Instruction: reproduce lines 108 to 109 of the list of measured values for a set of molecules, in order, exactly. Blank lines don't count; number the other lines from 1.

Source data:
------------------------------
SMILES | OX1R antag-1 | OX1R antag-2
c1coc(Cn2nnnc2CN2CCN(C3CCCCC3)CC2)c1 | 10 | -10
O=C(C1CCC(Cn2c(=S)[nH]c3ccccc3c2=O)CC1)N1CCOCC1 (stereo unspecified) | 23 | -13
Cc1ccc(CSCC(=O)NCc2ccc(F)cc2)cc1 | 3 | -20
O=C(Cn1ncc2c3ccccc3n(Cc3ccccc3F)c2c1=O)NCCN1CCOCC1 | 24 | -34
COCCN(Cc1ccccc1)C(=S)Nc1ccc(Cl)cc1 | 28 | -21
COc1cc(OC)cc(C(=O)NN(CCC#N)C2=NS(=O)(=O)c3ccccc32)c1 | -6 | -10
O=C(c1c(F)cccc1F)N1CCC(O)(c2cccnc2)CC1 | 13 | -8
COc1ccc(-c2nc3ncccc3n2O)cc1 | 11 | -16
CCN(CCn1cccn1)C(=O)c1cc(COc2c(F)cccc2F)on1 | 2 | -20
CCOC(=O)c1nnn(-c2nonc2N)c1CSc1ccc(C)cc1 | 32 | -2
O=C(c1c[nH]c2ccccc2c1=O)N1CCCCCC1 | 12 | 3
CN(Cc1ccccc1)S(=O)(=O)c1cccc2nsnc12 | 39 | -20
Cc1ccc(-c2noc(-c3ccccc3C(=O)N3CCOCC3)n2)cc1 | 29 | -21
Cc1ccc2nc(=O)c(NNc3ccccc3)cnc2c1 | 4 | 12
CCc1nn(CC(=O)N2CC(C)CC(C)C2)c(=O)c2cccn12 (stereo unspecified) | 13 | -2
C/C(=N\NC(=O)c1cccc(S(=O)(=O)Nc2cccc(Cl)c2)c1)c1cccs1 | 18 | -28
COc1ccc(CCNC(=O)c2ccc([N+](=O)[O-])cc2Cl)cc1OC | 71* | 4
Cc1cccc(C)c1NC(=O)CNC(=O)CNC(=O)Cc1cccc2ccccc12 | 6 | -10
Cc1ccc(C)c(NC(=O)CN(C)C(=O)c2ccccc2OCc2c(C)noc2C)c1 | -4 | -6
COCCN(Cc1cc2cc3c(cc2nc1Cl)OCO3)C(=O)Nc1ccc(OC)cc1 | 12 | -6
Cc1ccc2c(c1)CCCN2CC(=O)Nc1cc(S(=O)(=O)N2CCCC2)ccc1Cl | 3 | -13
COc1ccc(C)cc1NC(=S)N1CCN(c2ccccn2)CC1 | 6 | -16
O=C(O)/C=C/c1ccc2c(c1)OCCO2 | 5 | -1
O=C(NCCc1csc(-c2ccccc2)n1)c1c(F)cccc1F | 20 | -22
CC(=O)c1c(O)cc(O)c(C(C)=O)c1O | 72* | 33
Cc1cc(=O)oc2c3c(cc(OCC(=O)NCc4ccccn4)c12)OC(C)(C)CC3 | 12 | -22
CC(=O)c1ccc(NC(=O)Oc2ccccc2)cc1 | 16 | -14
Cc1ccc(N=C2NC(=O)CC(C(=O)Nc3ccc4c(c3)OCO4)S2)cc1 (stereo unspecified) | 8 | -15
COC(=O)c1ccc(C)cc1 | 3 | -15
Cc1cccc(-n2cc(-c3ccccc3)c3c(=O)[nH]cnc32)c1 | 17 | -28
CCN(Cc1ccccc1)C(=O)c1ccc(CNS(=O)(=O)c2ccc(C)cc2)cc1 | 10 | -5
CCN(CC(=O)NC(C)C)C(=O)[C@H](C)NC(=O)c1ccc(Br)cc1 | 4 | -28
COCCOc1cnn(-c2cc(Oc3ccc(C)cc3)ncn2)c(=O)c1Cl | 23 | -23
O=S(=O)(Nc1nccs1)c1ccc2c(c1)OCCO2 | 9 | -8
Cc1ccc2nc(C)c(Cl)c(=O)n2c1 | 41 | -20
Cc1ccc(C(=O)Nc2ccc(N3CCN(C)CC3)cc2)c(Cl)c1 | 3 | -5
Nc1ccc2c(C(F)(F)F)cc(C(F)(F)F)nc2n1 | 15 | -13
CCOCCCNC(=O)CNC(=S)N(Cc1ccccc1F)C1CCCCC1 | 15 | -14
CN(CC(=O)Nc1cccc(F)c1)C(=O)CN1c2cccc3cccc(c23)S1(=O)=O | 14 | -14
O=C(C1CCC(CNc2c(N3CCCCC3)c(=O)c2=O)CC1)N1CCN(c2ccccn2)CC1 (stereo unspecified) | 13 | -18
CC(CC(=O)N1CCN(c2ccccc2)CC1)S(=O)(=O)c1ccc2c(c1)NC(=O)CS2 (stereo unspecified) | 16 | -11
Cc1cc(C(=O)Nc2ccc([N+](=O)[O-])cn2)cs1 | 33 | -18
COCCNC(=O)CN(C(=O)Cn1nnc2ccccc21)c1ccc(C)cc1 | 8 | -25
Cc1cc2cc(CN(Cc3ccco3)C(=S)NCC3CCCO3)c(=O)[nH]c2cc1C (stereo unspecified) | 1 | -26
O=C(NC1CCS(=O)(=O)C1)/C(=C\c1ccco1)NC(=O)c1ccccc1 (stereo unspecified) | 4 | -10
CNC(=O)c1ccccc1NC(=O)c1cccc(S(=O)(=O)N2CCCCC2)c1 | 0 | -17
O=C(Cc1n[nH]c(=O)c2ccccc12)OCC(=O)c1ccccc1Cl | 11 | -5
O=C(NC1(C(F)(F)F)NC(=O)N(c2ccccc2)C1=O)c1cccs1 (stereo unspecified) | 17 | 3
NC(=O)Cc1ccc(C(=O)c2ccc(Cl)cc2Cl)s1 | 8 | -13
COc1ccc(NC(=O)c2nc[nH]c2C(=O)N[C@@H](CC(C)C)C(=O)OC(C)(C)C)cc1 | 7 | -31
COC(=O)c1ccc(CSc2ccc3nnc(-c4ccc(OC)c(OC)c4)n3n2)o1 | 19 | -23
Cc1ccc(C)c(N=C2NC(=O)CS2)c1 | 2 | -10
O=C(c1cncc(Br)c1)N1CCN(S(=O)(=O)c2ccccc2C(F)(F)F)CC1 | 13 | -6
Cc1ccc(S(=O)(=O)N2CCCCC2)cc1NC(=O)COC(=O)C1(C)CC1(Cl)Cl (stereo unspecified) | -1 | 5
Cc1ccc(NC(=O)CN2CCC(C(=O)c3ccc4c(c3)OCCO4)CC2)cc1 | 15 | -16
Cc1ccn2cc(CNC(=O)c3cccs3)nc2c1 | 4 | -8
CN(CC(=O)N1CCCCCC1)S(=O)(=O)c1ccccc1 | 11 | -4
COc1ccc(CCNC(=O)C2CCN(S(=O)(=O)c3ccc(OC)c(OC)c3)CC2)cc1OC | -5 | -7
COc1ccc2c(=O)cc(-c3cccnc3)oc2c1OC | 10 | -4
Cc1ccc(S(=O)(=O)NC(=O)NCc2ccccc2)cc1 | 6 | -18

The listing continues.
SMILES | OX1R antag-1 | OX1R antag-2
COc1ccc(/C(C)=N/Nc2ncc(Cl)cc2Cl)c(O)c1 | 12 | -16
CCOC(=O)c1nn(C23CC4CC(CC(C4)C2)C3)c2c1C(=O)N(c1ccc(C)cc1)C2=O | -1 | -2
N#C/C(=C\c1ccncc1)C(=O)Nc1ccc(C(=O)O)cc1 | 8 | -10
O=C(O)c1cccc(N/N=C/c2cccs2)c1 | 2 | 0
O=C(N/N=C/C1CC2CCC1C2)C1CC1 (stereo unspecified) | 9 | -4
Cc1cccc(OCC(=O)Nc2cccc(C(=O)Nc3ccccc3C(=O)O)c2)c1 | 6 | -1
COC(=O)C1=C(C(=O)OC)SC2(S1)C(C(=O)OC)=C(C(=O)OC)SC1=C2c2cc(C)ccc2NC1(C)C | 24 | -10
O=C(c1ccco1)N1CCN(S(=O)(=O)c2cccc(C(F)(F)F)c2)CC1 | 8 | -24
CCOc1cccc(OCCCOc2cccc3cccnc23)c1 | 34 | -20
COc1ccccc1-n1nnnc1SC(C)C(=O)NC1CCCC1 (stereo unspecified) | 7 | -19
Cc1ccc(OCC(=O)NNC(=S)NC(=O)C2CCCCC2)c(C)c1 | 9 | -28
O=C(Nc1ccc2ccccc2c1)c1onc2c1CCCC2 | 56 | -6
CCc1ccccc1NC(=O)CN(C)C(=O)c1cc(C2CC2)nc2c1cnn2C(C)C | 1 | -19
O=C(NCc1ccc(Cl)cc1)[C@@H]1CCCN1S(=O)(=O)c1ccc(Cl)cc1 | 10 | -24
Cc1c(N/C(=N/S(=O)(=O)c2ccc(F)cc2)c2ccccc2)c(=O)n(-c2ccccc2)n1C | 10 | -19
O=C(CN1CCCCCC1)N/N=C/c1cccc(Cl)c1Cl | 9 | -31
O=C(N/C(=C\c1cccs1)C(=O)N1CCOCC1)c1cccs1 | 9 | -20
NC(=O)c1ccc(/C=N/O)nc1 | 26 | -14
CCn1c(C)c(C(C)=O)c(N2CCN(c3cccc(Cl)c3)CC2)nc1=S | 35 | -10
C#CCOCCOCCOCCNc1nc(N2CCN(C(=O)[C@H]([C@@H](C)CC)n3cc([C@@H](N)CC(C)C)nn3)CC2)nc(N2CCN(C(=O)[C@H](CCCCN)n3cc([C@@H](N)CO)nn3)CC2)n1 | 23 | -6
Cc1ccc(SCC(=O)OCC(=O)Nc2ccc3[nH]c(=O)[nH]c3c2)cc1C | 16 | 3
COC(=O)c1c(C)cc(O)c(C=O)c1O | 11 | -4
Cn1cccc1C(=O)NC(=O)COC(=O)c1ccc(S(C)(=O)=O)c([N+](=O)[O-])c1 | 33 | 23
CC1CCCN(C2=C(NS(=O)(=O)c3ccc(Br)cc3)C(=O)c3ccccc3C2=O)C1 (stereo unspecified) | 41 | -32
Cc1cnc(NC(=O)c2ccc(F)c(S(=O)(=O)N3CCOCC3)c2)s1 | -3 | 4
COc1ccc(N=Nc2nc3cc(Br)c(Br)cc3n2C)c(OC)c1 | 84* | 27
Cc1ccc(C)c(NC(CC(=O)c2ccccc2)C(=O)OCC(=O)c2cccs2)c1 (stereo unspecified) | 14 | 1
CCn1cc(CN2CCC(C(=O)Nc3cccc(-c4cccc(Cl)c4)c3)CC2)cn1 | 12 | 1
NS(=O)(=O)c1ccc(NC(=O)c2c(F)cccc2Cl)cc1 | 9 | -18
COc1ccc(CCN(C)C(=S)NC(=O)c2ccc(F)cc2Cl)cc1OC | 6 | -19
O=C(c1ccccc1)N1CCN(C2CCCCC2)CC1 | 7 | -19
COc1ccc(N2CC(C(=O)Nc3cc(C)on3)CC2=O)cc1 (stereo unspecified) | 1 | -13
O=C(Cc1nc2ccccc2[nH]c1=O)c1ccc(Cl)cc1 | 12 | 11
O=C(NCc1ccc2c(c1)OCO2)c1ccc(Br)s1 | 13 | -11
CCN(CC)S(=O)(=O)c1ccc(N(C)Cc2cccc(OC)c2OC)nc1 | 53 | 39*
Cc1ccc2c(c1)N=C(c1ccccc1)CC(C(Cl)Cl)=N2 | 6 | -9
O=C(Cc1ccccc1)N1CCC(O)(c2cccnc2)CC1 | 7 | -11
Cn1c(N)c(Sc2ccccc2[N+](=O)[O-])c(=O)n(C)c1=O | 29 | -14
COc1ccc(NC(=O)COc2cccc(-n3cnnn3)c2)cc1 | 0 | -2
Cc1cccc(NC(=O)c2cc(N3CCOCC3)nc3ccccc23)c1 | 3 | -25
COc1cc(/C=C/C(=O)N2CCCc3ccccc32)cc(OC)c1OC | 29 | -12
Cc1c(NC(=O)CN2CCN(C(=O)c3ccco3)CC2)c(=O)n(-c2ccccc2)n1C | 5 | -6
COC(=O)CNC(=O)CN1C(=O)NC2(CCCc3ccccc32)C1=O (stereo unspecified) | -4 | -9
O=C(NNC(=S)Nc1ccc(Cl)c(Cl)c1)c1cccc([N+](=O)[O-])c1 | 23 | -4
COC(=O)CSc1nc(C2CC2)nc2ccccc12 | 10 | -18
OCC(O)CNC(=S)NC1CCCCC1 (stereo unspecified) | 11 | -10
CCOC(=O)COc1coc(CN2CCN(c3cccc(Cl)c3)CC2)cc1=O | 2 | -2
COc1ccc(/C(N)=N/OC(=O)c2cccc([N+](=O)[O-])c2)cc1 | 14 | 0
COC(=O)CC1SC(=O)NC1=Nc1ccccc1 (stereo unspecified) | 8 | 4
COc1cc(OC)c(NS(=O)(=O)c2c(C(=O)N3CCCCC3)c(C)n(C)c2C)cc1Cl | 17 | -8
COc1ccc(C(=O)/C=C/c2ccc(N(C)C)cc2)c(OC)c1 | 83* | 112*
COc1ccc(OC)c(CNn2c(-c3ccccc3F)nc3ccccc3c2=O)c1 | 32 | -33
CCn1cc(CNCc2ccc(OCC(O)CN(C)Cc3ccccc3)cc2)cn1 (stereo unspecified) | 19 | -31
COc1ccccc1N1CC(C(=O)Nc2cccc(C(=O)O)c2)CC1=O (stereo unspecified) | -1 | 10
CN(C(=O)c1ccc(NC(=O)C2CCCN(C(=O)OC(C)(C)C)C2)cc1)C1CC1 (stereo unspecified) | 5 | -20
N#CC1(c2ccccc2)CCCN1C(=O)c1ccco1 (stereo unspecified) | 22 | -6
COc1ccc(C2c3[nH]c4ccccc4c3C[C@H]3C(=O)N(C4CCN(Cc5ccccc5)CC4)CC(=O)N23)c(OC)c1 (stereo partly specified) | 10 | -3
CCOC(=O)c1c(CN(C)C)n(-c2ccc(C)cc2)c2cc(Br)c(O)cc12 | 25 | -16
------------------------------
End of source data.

COC(=O)CSc1nc(C2CC2)nc2ccccc12 | 10 | -18
OCC(O)CNC(=S)NC1CCCCC1 (stereo unspecified) | 11 | -10